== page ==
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Is Pfizer a Great Stock to Buy During the Coronavirus Market Crash?

By Keith Speights - Mar 31, 2020 at 7:03AM

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Pfizer has been a big loser recently. But it could be on a course to return to its winning ways of the past.

Pfizer (PFE -3.32%) swam against the current last year. Unfortunately, it was a bad time to do so. While the S&P 500 Index soared nearly 29% higher, Pfizer's shares fell 10%.

So far in 2020, Pfizer isn't swimming against the current any longer. Shareholders wish it would. The stock has fallen like most others have during the market meltdown. But is Pfizer a great stock to buy during the coronavirus market crash? 

Two men holding giant jigsaw puzzle pieces, one with a light bulb drawn on it and the other with an equal sign and a dollar sign on it

Image source: Getty Images.

Coronavirus impact

You might think that a drugmaker like Pfizer wouldn't be negatively affected by the novel coronavirus pandemic. After all, patients should continue to use the company's drugs regardless of what happens with the viral outbreak. However, the global health crisis has affected Pfizer in some ways.

The biggest negative impact that the coronavirus is having on Pfizer is that the company's planned merger of its Upjohn unit with Mylan (MYL) has been pushed back. Pfizer originally expected the deal would close in the first half of 2020. Now, though, the company looks for the transaction to finalize sometime in the second half of the year.

This delay is solely the result of what Pfizer called "the unprecedented circumstances surrounding the COVID-19 pandemic." The company realized that there would be delays in the regulatory approval process with staff in government regulatory agencies affected by the novel coronavirus. Mylan also rescheduled its extraordinary general meeting of shareholders needed to approve some aspects of the deal to June 30, from April 27.

On the other hand, Pfizer also has some opportunities related to the coronavirus outbreak. The company is The company is partnering with BioNTech to develop a coronavirus vaccine. The two drugmakers hope to begin clinical testing in humans in late April.

Longer-term prospects

Even though Pfizer's Upjohn-Mylan deal won't wrap up as soon as initially hoped, there's no reason to think that the transaction itself will hit a major snag. And it should boost Pfizer's longer-term prospects beyond the current coronavirus crisis.

Most importantly, spinning off Upjohn will remove a big weight on Pfizer's revenue growth -- Lyrica. The drug lost patent exclusivity last year, with sales plunging 67% year over year in the fourth quarter. Sure, Pfizer has a few other drugs that it will keep that aren't performing well, notably including autoimmune disease drug Enbrel. However, moving Lyrica out of its lineup will help a lot.

Pfizer's remaining portfolio will be loaded with several blockbuster drugs that are generated solid sales growth. The top three stars are blood thinner Eliquis, breast cancer drug Ibrance, and pneumococcal vaccine Prevnar 13. But Pfizer also has other drugs that are picking up steam, such as prostate cancer drug Xtandi and rare-disease drug Vyndaquel.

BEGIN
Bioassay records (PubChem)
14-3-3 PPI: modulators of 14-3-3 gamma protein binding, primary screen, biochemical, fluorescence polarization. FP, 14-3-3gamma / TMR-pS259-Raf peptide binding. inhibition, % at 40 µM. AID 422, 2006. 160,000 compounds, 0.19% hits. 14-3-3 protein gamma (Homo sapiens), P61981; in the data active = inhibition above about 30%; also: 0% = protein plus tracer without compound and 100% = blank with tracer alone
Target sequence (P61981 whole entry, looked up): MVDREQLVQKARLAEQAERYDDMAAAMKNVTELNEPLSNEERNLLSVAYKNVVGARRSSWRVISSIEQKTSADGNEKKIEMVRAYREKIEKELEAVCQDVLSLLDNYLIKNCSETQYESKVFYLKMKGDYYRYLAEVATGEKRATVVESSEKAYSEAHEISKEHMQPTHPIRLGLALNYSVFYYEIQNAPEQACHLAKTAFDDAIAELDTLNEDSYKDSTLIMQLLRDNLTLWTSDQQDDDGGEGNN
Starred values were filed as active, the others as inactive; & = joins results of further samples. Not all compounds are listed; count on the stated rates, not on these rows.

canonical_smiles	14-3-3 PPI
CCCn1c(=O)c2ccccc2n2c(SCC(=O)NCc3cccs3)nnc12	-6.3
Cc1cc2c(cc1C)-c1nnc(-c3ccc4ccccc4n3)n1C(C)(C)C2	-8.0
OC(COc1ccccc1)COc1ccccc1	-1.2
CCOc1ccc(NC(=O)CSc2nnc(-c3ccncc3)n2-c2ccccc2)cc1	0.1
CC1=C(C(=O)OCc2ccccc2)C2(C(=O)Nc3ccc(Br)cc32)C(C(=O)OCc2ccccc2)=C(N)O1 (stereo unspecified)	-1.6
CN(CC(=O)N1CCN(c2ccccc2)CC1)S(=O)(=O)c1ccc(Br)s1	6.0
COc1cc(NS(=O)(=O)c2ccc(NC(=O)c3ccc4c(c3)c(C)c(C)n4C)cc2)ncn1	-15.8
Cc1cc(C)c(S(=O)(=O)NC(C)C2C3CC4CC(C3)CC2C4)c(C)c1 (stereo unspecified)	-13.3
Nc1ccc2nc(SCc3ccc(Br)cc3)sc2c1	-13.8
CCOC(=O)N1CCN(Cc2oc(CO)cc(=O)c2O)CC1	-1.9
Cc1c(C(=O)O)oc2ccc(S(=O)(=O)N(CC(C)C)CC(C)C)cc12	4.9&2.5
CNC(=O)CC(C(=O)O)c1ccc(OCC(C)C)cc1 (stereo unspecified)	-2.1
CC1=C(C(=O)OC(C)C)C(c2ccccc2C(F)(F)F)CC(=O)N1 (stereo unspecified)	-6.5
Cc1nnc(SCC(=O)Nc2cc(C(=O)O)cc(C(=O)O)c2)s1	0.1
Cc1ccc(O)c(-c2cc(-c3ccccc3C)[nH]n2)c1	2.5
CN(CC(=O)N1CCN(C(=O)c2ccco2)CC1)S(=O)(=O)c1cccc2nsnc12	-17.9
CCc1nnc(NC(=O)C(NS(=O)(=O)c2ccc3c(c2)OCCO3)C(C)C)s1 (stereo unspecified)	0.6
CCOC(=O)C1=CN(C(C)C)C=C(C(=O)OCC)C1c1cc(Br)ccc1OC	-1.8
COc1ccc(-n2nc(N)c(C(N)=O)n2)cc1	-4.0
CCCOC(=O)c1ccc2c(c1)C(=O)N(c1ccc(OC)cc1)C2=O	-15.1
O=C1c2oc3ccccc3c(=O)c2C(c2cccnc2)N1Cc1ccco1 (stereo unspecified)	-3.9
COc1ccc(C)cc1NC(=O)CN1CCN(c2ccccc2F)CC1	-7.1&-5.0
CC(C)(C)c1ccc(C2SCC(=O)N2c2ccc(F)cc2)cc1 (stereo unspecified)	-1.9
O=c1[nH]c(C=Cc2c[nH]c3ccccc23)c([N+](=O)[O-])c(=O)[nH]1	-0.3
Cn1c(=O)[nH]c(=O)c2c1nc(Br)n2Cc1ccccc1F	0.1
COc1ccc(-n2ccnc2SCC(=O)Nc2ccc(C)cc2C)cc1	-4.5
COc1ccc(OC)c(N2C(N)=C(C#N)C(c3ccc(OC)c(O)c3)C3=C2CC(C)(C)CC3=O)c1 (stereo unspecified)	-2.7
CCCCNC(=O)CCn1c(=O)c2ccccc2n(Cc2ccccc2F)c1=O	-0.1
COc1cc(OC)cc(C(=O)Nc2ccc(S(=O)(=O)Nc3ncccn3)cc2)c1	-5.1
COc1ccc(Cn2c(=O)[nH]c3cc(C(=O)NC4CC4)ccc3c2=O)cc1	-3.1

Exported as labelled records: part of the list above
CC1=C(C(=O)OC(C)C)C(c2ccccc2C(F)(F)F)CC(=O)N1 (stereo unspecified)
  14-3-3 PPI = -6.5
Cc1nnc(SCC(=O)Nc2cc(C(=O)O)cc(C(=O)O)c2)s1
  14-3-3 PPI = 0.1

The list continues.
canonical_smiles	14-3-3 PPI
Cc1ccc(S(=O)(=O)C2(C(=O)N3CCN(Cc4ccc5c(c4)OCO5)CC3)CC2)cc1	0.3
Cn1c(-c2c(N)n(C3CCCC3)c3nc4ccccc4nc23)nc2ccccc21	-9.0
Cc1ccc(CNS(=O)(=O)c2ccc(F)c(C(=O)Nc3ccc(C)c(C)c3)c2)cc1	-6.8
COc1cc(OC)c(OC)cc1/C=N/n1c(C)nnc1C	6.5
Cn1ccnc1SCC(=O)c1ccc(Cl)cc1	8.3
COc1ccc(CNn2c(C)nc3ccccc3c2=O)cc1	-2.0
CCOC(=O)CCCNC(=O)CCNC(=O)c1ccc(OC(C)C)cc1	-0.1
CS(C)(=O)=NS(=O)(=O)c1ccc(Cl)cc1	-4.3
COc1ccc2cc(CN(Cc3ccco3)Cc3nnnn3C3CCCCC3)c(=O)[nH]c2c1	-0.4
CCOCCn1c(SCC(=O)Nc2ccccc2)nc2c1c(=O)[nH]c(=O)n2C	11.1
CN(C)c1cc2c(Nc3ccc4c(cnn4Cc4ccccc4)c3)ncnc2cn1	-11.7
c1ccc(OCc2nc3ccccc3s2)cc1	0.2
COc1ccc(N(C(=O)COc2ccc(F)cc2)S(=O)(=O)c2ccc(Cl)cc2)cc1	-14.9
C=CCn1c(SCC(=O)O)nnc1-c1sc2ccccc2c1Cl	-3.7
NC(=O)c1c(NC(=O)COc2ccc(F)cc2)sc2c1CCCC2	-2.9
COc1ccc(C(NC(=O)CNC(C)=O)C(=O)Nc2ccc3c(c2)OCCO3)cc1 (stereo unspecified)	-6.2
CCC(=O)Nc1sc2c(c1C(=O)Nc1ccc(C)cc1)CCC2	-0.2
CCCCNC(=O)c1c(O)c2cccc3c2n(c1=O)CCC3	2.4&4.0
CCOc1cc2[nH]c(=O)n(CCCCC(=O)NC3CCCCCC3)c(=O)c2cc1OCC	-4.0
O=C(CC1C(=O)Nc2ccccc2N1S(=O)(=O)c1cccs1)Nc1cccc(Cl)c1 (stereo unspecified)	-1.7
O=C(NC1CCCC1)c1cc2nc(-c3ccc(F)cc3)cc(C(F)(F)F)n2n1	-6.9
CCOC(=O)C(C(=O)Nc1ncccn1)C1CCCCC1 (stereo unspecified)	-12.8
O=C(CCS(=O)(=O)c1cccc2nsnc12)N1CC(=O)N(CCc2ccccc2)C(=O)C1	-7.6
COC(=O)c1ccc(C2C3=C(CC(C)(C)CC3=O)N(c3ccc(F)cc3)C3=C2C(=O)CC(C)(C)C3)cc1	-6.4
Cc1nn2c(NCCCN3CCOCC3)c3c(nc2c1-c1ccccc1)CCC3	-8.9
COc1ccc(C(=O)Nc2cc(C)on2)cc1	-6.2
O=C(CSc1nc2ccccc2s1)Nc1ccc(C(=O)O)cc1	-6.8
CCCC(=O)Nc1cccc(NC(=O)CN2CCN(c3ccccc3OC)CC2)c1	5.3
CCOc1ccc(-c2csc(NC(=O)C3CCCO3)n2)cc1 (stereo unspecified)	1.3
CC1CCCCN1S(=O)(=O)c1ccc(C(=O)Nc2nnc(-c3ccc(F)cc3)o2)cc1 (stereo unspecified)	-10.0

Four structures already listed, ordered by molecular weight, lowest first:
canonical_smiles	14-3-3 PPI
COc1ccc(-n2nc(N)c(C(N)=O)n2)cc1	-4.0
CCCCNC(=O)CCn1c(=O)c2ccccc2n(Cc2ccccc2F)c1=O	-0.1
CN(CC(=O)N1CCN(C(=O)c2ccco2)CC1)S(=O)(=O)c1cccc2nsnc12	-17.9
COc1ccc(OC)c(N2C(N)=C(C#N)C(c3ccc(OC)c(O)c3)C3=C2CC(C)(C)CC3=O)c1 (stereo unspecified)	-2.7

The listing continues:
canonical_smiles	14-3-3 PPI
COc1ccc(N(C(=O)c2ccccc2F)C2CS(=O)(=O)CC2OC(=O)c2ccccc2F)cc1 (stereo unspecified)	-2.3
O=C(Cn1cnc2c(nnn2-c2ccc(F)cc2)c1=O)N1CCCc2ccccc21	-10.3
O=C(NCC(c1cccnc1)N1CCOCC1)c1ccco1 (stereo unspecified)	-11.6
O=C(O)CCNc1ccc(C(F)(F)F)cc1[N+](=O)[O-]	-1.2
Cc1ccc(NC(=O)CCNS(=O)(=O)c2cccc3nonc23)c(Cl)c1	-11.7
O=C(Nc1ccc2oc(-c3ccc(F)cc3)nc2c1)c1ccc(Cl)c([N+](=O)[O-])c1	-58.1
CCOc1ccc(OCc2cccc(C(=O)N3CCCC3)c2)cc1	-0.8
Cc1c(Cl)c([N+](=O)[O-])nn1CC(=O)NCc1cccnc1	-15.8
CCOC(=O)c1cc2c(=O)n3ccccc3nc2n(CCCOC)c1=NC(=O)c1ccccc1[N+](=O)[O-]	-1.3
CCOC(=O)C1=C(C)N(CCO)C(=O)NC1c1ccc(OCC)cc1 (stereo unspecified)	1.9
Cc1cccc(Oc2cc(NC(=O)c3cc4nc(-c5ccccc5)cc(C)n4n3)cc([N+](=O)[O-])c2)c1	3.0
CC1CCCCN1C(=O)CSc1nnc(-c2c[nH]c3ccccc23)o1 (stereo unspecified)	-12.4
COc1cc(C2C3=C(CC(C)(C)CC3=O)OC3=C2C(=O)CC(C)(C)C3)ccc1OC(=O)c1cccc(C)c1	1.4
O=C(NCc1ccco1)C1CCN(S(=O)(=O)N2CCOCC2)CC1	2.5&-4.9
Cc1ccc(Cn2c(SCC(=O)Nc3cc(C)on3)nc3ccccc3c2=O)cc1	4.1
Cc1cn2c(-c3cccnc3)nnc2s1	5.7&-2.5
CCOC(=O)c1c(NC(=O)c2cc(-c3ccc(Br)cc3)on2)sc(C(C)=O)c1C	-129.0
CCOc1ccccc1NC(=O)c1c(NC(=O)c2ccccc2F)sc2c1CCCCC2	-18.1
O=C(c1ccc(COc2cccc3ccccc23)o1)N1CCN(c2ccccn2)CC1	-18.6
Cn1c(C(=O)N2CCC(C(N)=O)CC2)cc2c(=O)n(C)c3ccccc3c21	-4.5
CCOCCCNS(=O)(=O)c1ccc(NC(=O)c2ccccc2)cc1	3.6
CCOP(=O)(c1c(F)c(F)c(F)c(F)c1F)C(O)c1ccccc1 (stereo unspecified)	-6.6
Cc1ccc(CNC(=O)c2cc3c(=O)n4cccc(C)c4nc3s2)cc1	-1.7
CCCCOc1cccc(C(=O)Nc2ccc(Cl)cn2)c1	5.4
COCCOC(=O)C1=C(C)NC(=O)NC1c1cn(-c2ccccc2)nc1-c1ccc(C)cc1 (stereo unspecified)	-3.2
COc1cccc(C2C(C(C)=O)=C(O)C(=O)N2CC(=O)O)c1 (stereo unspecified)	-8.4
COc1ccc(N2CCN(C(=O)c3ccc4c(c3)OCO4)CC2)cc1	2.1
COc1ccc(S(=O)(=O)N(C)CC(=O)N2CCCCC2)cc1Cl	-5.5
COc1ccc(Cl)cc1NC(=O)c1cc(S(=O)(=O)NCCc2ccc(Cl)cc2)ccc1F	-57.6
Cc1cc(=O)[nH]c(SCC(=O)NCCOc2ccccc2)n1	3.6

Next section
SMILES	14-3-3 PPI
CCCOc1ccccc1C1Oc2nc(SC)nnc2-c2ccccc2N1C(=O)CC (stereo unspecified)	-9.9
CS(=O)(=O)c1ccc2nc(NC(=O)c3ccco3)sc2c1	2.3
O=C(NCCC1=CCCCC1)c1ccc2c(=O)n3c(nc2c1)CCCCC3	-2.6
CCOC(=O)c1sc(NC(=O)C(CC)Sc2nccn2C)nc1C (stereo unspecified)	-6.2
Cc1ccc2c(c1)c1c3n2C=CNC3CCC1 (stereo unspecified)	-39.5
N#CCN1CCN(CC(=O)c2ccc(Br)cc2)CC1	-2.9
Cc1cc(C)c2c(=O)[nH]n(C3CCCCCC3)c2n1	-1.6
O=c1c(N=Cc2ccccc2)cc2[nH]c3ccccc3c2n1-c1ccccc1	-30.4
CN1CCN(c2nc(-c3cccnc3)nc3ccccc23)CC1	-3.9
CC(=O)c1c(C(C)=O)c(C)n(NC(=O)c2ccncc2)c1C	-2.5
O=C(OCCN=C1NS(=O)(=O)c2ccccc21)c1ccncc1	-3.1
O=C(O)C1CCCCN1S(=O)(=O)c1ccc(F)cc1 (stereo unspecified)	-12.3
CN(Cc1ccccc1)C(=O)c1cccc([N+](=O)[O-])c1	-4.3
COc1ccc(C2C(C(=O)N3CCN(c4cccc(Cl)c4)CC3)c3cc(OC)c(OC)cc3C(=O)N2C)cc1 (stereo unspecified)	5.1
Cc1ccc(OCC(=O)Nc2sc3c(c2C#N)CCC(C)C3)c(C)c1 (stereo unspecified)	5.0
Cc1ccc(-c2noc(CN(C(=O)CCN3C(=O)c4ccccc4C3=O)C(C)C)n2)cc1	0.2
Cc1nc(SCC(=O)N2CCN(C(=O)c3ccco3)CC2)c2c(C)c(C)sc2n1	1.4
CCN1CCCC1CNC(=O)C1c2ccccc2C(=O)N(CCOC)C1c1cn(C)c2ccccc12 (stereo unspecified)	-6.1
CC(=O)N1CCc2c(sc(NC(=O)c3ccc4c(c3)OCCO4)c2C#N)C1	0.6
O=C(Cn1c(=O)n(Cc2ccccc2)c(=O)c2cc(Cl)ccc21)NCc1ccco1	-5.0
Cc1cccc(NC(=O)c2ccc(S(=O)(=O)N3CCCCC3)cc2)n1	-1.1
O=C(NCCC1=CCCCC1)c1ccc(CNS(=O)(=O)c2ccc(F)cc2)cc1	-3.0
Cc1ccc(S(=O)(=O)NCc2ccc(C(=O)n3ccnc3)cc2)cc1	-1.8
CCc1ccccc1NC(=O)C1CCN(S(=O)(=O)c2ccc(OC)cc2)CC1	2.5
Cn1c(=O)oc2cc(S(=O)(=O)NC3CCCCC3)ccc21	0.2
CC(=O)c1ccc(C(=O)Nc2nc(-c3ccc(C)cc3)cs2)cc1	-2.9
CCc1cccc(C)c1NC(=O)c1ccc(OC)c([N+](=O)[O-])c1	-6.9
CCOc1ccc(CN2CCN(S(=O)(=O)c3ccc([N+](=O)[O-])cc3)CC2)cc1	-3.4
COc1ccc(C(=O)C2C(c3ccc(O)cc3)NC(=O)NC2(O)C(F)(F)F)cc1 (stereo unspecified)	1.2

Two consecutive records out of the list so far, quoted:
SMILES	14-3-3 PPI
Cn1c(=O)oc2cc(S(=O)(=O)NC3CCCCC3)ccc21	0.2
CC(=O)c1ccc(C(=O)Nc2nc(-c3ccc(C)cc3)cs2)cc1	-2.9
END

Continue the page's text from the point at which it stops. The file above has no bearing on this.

There's also a lot to like in Pfizer's pipeline. The company has several programs pursuing additional approved indications for existing drugs such as Bavencio and Xtandi. Its promising new candidates include Braftovi in combination with Lilly's Erbitux in treating colorectal cancer and chronic pain drug tanezumab.

Is Pfizer a buy?

Because of the drubbing that Pfizer has taken during the coronavirus-fueled market downturn, the pharma stock trades at less than 12 times expected earnings. But I think that Pfizer's valuation is actually even more attractive with the potential for its earnings growth to accelerate once the Upjohn-Mylan deal closes.

One thing to keep in mind is that Pfizer's mouthwatering dividend yield of close to 5% will drop after it says goodbye to Upjohn. However, the new entity that will be formed with the Upjohn-Mylan combination, to be named Viatris, is expected to pay a dividend that combined with the "new" Pfizer's dividend will be roughly the same as the current level for Pfizer. 

For investors looking for reasonable growth at a great price, my view is that Pfizer is a great stock to buy during the coronavirus market crash. You'll be able to sell your shares of Viatris after the Mylan transaction concludes and still own shares of a solid big drugmaker with good long-term growth prospects. And I think that Pfizer is a smart choice for income-seeking investors right now, too -- if they hold on to the Viatris shares once the Mylan deal is done. 

Either way, this losing pharma stock of 2019 and so far in 2020 could be a long-term winner for patient investors.

Keith Speights owns shares of Pfizer. The Motley Fool recommends Mylan. The Motley Fool has a disclosure policy.

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Stocks Mentioned

Pfizer Inc. Stock Quote
Pfizer Inc.
$48.29 (-3.32%) $-1.66
Eli Lilly and Company Stock Quote
Eli Lilly and Company
$301.17 (-1.13%) $-3.44
Viatris Inc. Stock Quote
Viatris Inc.
BioNTech SE Stock Quote
BioNTech SE
$158.59 (-1.45%) $-2.33

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